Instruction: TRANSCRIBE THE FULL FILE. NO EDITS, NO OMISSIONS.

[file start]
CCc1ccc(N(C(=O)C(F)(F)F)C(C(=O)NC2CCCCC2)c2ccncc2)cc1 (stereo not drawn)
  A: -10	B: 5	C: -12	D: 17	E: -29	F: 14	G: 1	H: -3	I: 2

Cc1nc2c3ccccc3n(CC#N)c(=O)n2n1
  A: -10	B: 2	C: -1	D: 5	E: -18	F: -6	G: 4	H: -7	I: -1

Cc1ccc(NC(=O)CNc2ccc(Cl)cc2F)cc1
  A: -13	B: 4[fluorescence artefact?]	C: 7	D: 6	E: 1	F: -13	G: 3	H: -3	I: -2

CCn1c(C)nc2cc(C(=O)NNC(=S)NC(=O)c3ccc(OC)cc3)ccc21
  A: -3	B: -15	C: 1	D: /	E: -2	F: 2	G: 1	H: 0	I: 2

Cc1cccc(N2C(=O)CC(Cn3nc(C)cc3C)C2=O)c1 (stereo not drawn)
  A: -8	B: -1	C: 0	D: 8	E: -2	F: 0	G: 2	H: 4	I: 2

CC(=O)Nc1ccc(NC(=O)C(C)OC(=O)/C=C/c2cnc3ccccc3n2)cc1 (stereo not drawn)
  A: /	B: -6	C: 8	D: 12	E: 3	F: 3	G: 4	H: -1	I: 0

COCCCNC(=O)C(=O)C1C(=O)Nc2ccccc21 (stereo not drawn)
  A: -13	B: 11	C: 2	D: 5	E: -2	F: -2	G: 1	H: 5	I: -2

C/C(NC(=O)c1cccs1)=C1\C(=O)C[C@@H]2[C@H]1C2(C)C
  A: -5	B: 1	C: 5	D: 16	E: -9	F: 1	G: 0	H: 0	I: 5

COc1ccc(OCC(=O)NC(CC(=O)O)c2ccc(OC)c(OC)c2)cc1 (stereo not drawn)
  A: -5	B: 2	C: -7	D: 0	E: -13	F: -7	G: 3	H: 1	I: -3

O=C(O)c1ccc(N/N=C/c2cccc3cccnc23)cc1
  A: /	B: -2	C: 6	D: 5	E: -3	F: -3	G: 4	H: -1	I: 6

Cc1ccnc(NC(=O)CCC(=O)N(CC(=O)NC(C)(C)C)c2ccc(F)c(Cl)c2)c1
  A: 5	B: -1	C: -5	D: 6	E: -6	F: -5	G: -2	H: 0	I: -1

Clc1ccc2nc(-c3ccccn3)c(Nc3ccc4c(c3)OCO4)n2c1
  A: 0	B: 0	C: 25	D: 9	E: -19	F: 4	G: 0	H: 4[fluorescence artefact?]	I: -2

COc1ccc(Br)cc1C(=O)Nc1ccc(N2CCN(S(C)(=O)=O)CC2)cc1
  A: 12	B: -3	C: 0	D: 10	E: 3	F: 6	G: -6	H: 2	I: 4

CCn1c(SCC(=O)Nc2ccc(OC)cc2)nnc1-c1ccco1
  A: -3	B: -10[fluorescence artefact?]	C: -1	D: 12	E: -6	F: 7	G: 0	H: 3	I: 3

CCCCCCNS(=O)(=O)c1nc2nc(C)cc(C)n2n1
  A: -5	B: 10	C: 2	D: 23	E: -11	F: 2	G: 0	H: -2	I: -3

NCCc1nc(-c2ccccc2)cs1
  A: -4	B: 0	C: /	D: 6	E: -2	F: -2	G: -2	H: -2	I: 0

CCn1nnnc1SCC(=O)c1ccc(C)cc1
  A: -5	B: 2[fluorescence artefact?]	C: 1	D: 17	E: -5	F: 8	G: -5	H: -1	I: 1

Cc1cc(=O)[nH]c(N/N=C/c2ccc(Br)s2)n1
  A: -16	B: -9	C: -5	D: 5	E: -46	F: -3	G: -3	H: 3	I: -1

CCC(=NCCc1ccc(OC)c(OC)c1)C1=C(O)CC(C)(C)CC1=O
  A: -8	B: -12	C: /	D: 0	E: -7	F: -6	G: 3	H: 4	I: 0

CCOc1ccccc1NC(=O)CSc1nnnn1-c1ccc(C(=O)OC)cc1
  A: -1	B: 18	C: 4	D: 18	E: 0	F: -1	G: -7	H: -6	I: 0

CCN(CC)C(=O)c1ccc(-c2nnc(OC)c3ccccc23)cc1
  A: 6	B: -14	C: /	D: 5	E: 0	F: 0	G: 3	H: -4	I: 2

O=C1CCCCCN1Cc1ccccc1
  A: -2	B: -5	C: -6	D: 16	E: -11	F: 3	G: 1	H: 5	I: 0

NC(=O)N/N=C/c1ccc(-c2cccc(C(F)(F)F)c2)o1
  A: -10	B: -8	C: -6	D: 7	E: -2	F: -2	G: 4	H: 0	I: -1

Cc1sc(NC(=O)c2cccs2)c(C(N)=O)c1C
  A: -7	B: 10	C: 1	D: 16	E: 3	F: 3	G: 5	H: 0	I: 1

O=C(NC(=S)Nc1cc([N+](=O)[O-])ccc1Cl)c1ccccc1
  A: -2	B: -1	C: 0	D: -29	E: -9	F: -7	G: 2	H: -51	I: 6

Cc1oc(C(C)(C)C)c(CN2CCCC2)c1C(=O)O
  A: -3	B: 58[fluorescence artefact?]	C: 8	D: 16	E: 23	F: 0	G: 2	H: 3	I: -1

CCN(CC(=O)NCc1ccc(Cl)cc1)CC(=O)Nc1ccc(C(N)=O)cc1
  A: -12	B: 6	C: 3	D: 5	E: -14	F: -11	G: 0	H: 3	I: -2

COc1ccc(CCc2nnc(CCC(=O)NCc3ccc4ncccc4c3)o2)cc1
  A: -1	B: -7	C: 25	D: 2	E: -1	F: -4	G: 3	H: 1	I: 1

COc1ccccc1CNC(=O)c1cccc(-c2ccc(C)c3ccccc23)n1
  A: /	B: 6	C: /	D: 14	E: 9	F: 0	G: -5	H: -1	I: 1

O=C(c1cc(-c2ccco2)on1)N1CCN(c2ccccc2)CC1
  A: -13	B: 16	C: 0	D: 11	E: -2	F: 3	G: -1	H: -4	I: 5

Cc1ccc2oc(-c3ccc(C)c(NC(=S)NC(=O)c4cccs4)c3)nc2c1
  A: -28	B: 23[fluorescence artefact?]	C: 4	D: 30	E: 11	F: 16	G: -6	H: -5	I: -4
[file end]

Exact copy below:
CCc1ccc(N(C(=O)C(F)(F)F)C(C(=O)NC2CCCCC2)c2ccncc2)cc1 (stereo not drawn)
  A: -10	B: 5	C: -12	D: 17	E: -29	F: 14	G: 1	H: -3	I: 2

Cc1nc2c3ccccc3n(CC#N)c(=O)n2n1
  A: -10	B: 2	C: -1	D: 5	E: -18	F: -6	G: 4	H: -7	I: -1

Cc1ccc(NC(=O)CNc2ccc(Cl)cc2F)cc1
  A: -13	B: 4[fluorescence artefact?]	C: 7	D: 6	E: 1	F: -13	G: 3	H: -3	I: -2

CCn1c(C)nc2cc(C(=O)NNC(=S)NC(=O)c3ccc(OC)cc3)ccc21
  A: -3	B: -15	C: 1	D: /	E: -2	F: 2	G: 1	H: 0	I: 2

Cc1cccc(N2C(=O)CC(Cn3nc(C)cc3C)C2=O)c1 (stereo not drawn)
  A: -8	B: -1	C: 0	D: 8	E: -2	F: 0	G: 2	H: 4	I: 2

CC(=O)Nc1ccc(NC(=O)C(C)OC(=O)/C=C/c2cnc3ccccc3n2)cc1 (stereo not drawn)
  A: /	B: -6	C: 8	D: 12	E: 3	F: 3	G: 4	H: -1	I: 0

COCCCNC(=O)C(=O)C1C(=O)Nc2ccccc21 (stereo not drawn)
  A: -13	B: 11	C: 2	D: 5	E: -2	F: -2	G: 1	H: 5	I: -2

C/C(NC(=O)c1cccs1)=C1\C(=O)C[C@@H]2[C@H]1C2(C)C
  A: -5	B: 1	C: 5	D: 16	E: -9	F: 1	G: 0	H: 0	I: 5

COc1ccc(OCC(=O)NC(CC(=O)O)c2ccc(OC)c(OC)c2)cc1 (stereo not drawn)
  A: -5	B: 2	C: -7	D: 0	E: -13	F: -7	G: 3	H: 1	I: -3

O=C(O)c1ccc(N/N=C/c2cccc3cccnc23)cc1
  A: /	B: -2	C: 6	D: 5	E: -3	F: -3	G: 4	H: -1	I: 6

Cc1ccnc(NC(=O)CCC(=O)N(CC(=O)NC(C)(C)C)c2ccc(F)c(Cl)c2)c1
  A: 5	B: -1	C: -5	D: 6	E: -6	F: -5	G: -2	H: 0	I: -1

Clc1ccc2nc(-c3ccccn3)c(Nc3ccc4c(c3)OCO4)n2c1
  A: 0	B: 0	C: 25	D: 9	E: -19	F: 4	G: 0	H: 4[fluorescence artefact?]	I: -2

COc1ccc(Br)cc1C(=O)Nc1ccc(N2CCN(S(C)(=O)=O)CC2)cc1
  A: 12	B: -3	C: 0	D: 10	E: 3	F: 6	G: -6	H: 2	I: 4

CCn1c(SCC(=O)Nc2ccc(OC)cc2)nnc1-c1ccco1
  A: -3	B: -10[fluorescence artefact?]	C: -1	D: 12	E: -6	F: 7	G: 0	H: 3	I: 3

CCCCCCNS(=O)(=O)c1nc2nc(C)cc(C)n2n1
  A: -5	B: 10	C: 2	D: 23	E: -11	F: 2	G: 0	H: -2	I: -3

NCCc1nc(-c2ccccc2)cs1
  A: -4	B: 0	C: /	D: 6	E: -2	F: -2	G: -2	H: -2	I: 0

CCn1nnnc1SCC(=O)c1ccc(C)cc1
  A: -5	B: 2[fluorescence artefact?]	C: 1	D: 17	E: -5	F: 8	G: -5	H: -1	I: 1

Cc1cc(=O)[nH]c(N/N=C/c2ccc(Br)s2)n1
  A: -16	B: -9	C: -5	D: 5	E: -46	F: -3	G: -3	H: 3	I: -1

CCC(=NCCc1ccc(OC)c(OC)c1)C1=C(O)CC(C)(C)CC1=O
  A: -8	B: -12	C: /	D: 0	E: -7	F: -6	G: 3	H: 4	I: 0

CCOc1ccccc1NC(=O)CSc1nnnn1-c1ccc(C(=O)OC)cc1
  A: -1	B: 18	C: 4	D: 18	E: 0	F: -1	G: -7	H: -6	I: 0

CCN(CC)C(=O)c1ccc(-c2nnc(OC)c3ccccc23)cc1
  A: 6	B: -14	C: /	D: 5	E: 0	F: 0	G: 3	H: -4	I: 2

O=C1CCCCCN1Cc1ccccc1
  A: -2	B: -5	C: -6	D: 16	E: -11	F: 3	G: 1	H: 5	I: 0

NC(=O)N/N=C/c1ccc(-c2cccc(C(F)(F)F)c2)o1
  A: -10	B: -8	C: -6	D: 7	E: -2	F: -2	G: 4	H: 0	I: -1

Cc1sc(NC(=O)c2cccs2)c(C(N)=O)c1C
  A: -7	B: 10	C: 1	D: 16	E: 3	F: 3	G: 5	H: 0	I: 1

O=C(NC(=S)Nc1cc([N+](=O)[O-])ccc1Cl)c1ccccc1
  A: -2	B: -1	C: 0	D: -29	E: -9	F: -7	G: 2	H: -51	I: 6

Cc1oc(C(C)(C)C)c(CN2CCCC2)c1C(=O)O
  A: -3	B: 58[fluorescence artefact?]	C: 8	D: 16	E: 23	F: 0	G: 2	H: 3	I: -1

CCN(CC(=O)NCc1ccc(Cl)cc1)CC(=O)Nc1ccc(C(N)=O)cc1
  A: -12	B: 6	C: 3	D: 5	E: -14	F: -11	G: 0	H: 3	I: -2

COc1ccc(CCc2nnc(CCC(=O)NCc3ccc4ncccc4c3)o2)cc1
  A: -1	B: -7	C: 25	D: 2	E: -1	F: -4	G: 3	H: 1	I: 1

COc1ccccc1CNC(=O)c1cccc(-c2ccc(C)c3ccccc23)n1
  A: /	B: 6	C: /	D: 14	E: 9	F: 0	G: -5	H: -1	I: 1

O=C(c1cc(-c2ccco2)on1)N1CCN(c2ccccc2)CC1
  A: -13	B: 16	C: 0	D: 11	E: -2	F: 3	G: -1	H: -4	I: 5

Cc1ccc2oc(-c3ccc(C)c(NC(=S)NC(=O)c4cccs4)c3)nc2c1
  A: -28	B: 23[fluorescence artefact?]	C: 4	D: 30	E: 11	F: 16	G: -6	H: -5	I: -4